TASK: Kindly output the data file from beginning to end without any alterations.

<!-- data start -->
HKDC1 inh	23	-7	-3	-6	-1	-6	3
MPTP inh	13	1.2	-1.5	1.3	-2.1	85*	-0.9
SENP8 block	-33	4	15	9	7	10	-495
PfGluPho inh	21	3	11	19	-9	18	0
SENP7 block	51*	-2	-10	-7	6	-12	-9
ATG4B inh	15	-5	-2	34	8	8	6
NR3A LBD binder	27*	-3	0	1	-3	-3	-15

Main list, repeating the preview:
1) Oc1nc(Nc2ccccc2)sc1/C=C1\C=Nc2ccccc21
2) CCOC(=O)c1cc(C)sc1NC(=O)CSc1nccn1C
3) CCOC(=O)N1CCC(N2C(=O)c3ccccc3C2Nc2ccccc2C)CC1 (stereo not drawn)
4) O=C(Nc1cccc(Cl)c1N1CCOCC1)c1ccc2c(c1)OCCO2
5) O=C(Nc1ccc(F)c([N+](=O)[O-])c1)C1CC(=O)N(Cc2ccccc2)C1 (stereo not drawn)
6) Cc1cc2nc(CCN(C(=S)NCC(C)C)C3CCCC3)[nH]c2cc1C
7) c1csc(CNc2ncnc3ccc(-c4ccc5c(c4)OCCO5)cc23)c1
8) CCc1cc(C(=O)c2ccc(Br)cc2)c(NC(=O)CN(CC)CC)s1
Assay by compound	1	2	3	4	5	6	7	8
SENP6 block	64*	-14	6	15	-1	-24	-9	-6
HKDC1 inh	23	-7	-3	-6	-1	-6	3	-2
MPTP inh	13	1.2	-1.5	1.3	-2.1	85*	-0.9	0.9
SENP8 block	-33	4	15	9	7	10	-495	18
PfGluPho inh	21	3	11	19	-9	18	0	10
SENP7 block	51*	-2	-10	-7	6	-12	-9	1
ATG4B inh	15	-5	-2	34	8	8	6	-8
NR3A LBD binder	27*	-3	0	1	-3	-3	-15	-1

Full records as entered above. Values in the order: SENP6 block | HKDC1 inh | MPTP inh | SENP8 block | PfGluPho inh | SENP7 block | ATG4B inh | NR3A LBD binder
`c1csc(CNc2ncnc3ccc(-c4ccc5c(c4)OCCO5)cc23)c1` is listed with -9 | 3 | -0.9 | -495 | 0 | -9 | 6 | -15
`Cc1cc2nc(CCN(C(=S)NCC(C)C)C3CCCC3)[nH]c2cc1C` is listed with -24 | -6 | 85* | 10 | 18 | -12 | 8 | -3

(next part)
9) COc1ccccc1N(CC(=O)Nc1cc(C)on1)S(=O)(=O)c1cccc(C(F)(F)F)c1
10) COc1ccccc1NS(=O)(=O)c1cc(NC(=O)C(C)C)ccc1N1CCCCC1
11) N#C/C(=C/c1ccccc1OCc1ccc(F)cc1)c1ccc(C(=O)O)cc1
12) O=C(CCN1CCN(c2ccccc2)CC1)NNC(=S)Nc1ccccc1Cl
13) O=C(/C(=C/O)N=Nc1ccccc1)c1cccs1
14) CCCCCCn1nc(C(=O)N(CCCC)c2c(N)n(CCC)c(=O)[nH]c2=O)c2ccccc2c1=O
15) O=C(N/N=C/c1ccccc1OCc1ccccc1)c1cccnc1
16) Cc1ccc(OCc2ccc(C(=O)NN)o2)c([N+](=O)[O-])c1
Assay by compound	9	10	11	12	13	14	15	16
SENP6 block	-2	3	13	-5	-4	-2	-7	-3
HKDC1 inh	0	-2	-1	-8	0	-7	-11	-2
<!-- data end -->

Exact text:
HKDC1 inh	23	-7	-3	-6	-1	-6	3
MPTP inh	13	1.2	-1.5	1.3	-2.1	85*	-0.9
SENP8 block	-33	4	15	9	7	10	-495
PfGluPho inh	21	3	11	19	-9	18	0
SENP7 block	51*	-2	-10	-7	6	-12	-9
ATG4B inh	15	-5	-2	34	8	8	6
NR3A LBD binder	27*	-3	0	1	-3	-3	-15

Main list, repeating the preview:
1) Oc1nc(Nc2ccccc2)sc1/C=C1\C=Nc2ccccc21
2) CCOC(=O)c1cc(C)sc1NC(=O)CSc1nccn1C
3) CCOC(=O)N1CCC(N2C(=O)c3ccccc3C2Nc2ccccc2C)CC1 (stereo not drawn)
4) O=C(Nc1cccc(Cl)c1N1CCOCC1)c1ccc2c(c1)OCCO2
5) O=C(Nc1ccc(F)c([N+](=O)[O-])c1)C1CC(=O)N(Cc2ccccc2)C1 (stereo not drawn)
6) Cc1cc2nc(CCN(C(=S)NCC(C)C)C3CCCC3)[nH]c2cc1C
7) c1csc(CNc2ncnc3ccc(-c4ccc5c(c4)OCCO5)cc23)c1
8) CCc1cc(C(=O)c2ccc(Br)cc2)c(NC(=O)CN(CC)CC)s1
Assay by compound	1	2	3	4	5	6	7	8
SENP6 block	64*	-14	6	15	-1	-24	-9	-6
HKDC1 inh	23	-7	-3	-6	-1	-6	3	-2
MPTP inh	13	1.2	-1.5	1.3	-2.1	85*	-0.9	0.9
SENP8 block	-33	4	15	9	7	10	-495	18
PfGluPho inh	21	3	11	19	-9	18	0	10
SENP7 block	51*	-2	-10	-7	6	-12	-9	1
ATG4B inh	15	-5	-2	34	8	8	6	-8
NR3A LBD binder	27*	-3	0	1	-3	-3	-15	-1

Full records as entered above. Values in the order: SENP6 block | HKDC1 inh | MPTP inh | SENP8 block | PfGluPho inh | SENP7 block | ATG4B inh | NR3A LBD binder
`c1csc(CNc2ncnc3ccc(-c4ccc5c(c4)OCCO5)cc23)c1` is listed with -9 | 3 | -0.9 | -495 | 0 | -9 | 6 | -15
`Cc1cc2nc(CCN(C(=S)NCC(C)C)C3CCCC3)[nH]c2cc1C` is listed with -24 | -6 | 85* | 10 | 18 | -12 | 8 | -3

(next part)
9) COc1ccccc1N(CC(=O)Nc1cc(C)on1)S(=O)(=O)c1cccc(C(F)(F)F)c1
10) COc1ccccc1NS(=O)(=O)c1cc(NC(=O)C(C)C)ccc1N1CCCCC1
11) N#C/C(=C/c1ccccc1OCc1ccc(F)cc1)c1ccc(C(=O)O)cc1
12) O=C(CCN1CCN(c2ccccc2)CC1)NNC(=S)Nc1ccccc1Cl
13) O=C(/C(=C/O)N=Nc1ccccc1)c1cccs1
14) CCCCCCn1nc(C(=O)N(CCCC)c2c(N)n(CCC)c(=O)[nH]c2=O)c2ccccc2c1=O
15) O=C(N/N=C/c1ccccc1OCc1ccccc1)c1cccnc1
16) Cc1ccc(OCc2ccc(C(=O)NN)o2)c([N+](=O)[O-])c1
Assay by compound	9	10	11	12	13	14	15	16
SENP6 block	-2	3	13	-5	-4	-2	-7	-3
HKDC1 inh	0	-2	-1	-8	0	-7	-11	-2